Childhood anxiety trajectories and adolescent disordered eating
Findings from the NICHD Study of Early Child Care and Youth Development
Zerwas, S., Von Holle, A., Watson, H., Gottfredson, N., & Bulik, C. M. (2014). Childhood anxiety trajectories and adolescent disordered eating: Findings from the NICHD Study of Early Child Care and Youth Development. International Journal of Eating Disorders, 47(7), 784-792. https://doi.org/10.1002/eat.22318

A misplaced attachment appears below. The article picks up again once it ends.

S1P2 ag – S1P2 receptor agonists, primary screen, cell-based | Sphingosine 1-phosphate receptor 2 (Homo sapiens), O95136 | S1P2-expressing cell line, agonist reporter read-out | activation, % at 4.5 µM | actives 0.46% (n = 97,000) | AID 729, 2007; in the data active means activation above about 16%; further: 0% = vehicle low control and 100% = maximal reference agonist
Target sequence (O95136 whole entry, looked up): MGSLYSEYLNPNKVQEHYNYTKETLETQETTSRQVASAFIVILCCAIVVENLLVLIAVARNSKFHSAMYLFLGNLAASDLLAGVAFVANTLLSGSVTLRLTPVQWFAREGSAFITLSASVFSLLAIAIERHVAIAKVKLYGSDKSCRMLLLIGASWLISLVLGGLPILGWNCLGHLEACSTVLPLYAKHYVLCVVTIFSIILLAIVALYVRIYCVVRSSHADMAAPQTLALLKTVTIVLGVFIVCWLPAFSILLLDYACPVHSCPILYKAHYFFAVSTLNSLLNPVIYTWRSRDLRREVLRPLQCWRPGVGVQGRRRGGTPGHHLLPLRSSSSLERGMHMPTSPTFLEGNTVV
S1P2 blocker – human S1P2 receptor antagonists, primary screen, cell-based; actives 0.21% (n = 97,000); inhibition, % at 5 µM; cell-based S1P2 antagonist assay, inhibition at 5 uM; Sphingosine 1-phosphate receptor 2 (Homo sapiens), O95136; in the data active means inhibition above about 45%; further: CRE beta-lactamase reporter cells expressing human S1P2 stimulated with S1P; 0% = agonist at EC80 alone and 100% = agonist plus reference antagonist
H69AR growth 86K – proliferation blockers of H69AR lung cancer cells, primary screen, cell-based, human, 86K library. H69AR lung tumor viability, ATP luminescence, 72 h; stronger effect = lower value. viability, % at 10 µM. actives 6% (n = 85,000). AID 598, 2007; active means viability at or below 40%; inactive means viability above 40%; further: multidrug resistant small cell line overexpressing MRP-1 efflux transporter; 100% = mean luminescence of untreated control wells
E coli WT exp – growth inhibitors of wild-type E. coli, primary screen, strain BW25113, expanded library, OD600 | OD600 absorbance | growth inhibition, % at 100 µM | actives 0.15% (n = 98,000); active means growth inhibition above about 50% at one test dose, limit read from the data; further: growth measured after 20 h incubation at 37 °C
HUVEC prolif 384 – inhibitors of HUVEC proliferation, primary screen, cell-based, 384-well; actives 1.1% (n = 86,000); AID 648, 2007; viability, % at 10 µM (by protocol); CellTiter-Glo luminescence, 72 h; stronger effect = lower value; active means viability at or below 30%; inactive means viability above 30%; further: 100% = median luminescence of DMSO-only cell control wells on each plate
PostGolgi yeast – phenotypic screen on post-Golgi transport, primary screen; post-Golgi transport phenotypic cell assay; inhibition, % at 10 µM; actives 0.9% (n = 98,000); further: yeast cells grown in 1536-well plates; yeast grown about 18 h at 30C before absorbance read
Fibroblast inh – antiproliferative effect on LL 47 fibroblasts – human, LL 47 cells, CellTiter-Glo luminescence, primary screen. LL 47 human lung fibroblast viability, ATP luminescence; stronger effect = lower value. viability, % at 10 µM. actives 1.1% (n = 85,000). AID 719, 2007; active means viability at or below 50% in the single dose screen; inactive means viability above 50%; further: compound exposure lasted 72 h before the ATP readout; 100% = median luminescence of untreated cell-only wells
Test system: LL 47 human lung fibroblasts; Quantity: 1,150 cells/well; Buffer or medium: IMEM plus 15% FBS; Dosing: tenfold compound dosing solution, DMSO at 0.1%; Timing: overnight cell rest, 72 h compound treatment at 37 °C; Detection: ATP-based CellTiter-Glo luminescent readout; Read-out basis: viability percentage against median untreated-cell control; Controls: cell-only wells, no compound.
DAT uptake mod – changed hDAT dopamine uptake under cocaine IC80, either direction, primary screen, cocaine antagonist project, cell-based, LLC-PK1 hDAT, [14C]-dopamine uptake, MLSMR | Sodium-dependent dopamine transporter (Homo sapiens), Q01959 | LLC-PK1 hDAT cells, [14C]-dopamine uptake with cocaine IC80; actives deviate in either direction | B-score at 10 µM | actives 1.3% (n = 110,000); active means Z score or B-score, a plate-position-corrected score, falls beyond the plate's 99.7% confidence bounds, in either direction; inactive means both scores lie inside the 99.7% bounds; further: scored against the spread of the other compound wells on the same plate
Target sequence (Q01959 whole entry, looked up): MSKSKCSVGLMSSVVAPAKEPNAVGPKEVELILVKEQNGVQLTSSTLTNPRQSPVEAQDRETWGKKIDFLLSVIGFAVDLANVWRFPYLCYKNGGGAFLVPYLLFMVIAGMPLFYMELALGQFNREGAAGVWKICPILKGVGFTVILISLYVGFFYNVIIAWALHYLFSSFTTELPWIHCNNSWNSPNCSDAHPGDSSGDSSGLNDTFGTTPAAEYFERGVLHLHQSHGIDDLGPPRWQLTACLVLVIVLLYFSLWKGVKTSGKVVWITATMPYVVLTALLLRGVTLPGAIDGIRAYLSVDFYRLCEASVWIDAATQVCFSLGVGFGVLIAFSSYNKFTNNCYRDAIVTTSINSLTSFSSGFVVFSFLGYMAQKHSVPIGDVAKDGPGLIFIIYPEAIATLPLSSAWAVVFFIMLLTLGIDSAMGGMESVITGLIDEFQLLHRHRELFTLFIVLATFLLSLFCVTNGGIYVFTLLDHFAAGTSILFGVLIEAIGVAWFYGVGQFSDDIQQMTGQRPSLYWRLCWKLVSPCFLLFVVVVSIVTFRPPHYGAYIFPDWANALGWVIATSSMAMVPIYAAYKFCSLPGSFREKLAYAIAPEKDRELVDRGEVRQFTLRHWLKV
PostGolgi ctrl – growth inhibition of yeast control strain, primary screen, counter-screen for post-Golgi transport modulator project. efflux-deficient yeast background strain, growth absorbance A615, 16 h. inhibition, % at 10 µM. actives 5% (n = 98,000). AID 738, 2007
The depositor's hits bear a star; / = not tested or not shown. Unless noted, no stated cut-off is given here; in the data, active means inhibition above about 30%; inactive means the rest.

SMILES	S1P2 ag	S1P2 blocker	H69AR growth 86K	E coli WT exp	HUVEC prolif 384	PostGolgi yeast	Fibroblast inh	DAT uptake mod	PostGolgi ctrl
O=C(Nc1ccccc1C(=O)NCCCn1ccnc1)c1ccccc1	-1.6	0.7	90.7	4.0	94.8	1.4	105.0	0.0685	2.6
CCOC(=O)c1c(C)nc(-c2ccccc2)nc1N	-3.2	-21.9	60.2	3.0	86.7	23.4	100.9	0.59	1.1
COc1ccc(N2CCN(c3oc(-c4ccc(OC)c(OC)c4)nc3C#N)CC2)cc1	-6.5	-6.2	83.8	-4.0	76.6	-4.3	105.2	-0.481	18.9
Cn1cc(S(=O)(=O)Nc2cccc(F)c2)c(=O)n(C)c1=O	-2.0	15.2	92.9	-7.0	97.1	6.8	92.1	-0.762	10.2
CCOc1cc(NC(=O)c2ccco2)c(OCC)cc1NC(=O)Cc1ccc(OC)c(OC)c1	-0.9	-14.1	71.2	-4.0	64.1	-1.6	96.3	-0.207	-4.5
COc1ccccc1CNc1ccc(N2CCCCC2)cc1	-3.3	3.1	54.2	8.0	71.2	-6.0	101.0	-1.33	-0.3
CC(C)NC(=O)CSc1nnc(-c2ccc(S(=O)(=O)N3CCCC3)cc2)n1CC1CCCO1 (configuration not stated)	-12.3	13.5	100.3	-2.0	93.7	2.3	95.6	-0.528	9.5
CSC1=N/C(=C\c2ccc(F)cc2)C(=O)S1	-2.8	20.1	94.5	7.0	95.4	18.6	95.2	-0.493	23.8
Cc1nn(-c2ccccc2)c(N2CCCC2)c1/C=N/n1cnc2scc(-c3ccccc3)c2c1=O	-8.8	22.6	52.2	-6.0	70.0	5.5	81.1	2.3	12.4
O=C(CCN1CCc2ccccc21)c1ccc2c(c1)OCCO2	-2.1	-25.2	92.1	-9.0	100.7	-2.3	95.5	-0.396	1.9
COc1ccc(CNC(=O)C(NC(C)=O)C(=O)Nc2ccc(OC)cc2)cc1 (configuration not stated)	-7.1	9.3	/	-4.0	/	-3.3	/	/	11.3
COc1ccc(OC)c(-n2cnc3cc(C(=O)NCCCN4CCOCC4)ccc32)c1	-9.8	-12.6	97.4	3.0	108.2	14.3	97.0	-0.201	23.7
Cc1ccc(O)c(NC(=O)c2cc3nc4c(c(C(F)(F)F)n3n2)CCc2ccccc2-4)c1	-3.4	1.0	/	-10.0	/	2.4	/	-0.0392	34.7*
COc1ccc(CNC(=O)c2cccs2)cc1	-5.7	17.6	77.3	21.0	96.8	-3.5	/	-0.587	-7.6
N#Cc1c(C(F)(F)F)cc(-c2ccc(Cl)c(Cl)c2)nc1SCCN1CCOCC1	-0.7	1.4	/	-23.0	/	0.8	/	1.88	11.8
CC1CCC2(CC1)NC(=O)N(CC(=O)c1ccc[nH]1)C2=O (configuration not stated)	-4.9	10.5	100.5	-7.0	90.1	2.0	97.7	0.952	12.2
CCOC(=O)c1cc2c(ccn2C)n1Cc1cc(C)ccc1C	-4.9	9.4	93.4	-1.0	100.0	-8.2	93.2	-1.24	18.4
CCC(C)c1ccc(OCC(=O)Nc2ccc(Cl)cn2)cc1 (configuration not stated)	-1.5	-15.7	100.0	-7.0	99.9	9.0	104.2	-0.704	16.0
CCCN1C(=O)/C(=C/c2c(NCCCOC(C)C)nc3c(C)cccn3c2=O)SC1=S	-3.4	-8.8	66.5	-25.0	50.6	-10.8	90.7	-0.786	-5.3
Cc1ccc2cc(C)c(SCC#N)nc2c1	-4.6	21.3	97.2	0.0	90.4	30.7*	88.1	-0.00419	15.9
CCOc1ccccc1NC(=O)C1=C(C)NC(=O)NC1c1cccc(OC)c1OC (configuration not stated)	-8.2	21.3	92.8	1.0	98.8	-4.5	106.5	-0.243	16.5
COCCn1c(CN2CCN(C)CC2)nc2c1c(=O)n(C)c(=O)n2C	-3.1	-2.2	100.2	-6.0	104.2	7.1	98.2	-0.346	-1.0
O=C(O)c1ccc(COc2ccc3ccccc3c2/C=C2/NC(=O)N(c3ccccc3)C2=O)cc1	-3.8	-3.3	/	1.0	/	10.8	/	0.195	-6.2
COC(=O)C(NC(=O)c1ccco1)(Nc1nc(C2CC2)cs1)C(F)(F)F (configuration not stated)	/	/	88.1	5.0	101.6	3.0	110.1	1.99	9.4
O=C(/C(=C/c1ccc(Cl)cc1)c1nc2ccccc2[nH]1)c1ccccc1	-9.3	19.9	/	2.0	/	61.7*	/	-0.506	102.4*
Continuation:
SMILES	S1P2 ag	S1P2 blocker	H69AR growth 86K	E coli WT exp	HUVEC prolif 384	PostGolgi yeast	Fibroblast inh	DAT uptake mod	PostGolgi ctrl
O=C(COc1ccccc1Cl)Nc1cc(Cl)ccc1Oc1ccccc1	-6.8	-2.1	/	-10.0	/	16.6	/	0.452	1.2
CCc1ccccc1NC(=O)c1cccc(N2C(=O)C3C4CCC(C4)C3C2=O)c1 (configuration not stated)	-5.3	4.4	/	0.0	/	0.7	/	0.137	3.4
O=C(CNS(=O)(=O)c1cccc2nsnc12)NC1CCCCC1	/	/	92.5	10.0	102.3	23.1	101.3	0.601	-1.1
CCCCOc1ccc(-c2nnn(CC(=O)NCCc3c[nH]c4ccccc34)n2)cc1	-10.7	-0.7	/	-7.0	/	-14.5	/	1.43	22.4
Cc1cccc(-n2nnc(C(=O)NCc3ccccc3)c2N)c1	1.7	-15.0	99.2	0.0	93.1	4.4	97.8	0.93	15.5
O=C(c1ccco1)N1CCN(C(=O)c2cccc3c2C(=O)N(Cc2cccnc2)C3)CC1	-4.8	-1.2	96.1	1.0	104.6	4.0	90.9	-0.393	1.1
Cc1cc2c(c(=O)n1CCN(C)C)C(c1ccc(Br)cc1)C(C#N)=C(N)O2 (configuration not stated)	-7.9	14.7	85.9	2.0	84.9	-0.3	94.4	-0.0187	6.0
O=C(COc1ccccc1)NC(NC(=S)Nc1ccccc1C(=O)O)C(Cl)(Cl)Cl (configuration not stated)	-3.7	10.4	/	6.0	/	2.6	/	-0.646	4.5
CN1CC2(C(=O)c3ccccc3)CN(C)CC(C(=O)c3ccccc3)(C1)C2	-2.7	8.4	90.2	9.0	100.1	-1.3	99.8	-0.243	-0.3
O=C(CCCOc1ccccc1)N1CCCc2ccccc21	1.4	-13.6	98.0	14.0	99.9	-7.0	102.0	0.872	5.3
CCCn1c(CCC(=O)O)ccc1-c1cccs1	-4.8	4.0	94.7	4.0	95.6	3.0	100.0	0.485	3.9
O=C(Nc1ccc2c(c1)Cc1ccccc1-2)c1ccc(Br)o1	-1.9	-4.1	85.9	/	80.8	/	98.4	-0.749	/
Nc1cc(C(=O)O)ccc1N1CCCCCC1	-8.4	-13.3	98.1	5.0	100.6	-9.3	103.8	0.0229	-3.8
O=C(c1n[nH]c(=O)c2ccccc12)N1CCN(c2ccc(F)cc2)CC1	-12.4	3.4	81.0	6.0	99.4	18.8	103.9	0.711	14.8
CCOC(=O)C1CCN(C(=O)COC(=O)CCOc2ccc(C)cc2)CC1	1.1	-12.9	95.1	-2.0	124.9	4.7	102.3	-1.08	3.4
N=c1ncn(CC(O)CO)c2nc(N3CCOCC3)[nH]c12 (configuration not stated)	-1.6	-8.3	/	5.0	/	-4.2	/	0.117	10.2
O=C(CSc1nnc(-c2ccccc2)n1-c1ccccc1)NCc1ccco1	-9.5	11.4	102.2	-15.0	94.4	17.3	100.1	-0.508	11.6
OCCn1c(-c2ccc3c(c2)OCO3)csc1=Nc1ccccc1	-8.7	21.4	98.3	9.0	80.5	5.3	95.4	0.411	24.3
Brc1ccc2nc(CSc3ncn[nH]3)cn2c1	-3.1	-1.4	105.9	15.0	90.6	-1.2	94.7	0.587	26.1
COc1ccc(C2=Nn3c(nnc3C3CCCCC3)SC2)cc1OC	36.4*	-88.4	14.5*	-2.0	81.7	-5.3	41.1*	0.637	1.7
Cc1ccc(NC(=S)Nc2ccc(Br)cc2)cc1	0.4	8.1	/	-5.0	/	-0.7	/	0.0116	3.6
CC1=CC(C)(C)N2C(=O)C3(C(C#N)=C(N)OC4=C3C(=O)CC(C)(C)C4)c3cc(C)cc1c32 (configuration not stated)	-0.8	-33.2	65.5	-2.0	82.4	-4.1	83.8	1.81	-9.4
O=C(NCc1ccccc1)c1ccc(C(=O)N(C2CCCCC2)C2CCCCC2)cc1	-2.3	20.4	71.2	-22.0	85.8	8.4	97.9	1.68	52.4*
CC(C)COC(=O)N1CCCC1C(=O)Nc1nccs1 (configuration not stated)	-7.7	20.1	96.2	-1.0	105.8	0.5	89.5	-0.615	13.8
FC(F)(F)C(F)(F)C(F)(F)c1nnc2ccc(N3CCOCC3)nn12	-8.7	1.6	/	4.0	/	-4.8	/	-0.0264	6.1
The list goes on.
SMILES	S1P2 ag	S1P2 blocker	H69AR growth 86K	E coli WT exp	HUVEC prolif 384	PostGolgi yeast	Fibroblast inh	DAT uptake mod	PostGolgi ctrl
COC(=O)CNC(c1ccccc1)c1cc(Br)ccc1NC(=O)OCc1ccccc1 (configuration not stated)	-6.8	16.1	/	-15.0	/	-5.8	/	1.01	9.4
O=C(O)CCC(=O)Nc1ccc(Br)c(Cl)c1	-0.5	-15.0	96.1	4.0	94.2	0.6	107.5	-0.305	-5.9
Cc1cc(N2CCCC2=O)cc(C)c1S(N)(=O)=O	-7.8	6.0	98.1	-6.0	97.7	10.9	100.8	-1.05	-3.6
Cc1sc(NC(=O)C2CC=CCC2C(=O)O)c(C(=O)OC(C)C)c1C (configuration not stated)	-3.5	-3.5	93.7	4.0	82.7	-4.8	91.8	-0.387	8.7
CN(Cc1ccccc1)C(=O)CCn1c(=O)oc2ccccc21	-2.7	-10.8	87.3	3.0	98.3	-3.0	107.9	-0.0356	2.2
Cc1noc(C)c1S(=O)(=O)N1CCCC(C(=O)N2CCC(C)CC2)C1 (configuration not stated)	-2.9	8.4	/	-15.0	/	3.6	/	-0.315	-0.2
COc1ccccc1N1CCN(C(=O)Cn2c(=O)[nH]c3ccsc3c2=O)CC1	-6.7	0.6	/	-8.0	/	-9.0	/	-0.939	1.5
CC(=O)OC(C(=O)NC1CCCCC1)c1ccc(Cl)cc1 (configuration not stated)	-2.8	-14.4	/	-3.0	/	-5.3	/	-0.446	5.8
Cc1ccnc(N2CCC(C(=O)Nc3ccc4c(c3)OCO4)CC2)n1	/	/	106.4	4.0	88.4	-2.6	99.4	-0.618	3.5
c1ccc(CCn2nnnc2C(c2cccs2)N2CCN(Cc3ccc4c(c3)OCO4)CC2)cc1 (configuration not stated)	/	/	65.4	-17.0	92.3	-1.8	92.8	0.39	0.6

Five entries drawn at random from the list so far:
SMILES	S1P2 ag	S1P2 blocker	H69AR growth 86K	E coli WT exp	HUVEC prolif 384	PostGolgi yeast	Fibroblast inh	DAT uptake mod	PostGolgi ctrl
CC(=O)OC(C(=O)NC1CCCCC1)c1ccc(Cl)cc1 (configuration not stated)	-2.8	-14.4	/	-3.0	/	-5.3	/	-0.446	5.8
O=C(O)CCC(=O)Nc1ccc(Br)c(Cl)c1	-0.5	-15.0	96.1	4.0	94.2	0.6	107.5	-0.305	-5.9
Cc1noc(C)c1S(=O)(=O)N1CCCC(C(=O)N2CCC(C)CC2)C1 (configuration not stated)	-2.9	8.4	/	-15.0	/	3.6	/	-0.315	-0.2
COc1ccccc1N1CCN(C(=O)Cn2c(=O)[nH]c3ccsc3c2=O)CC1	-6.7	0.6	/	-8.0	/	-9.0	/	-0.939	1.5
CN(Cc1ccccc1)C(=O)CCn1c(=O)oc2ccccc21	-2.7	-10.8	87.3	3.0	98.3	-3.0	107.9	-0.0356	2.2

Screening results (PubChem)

Objective: The goal of the present article was to examine whether childhood anxiety trajectories predict eating psychopathology. We predicted that girls with trajectories of increasing anxiety across childhood would have significantly greater risk of disordered eating in adolescence in comparison to girls with stable or decreasing trajectories of anxiety over childhood.Method: Data were collected as part of the prospective longitudinal NICHD Study of Early Child Care and Youth Development (N = 450 girls). Childhood anxiety was assessed yearly (54 months through 6th grade) via maternal report on the Child Behavior Checklist. Disordered eating behaviors were assessed at age 15 via adolescent self-report on the Eating Attitudes Test (EAT-26). We conducted latent growth mixture modeling to define girls' childhood anxiety trajectories. Maternal sensitivity, maternal postpartum depression, maternal anxiety, and child temperament were included as predictors of trajectory membership.Results: The best fitting model included three trajectories of childhood anxiety, the low-decreasing class (22.9% of girls), the high-increasing class (35.4%), and the high-decreasing class (41.6%). Mothers with more symptoms of depression and separation anxiety had girls who were significantly more likely to belong to the high-increasing anxiety trajectory. There were no significant differences in adolescent disordered eating for girls across the three childhood anxiety trajectories.Discussion: Childhood anxiety, as captured by maternal report, may not be the most robust predictor of adolescent disordered eating and may be of limited utility for prevention programs that aim to identify children in the community at greatest risk for disordered eating. (C) 2014 Wiley Periodicals, Inc.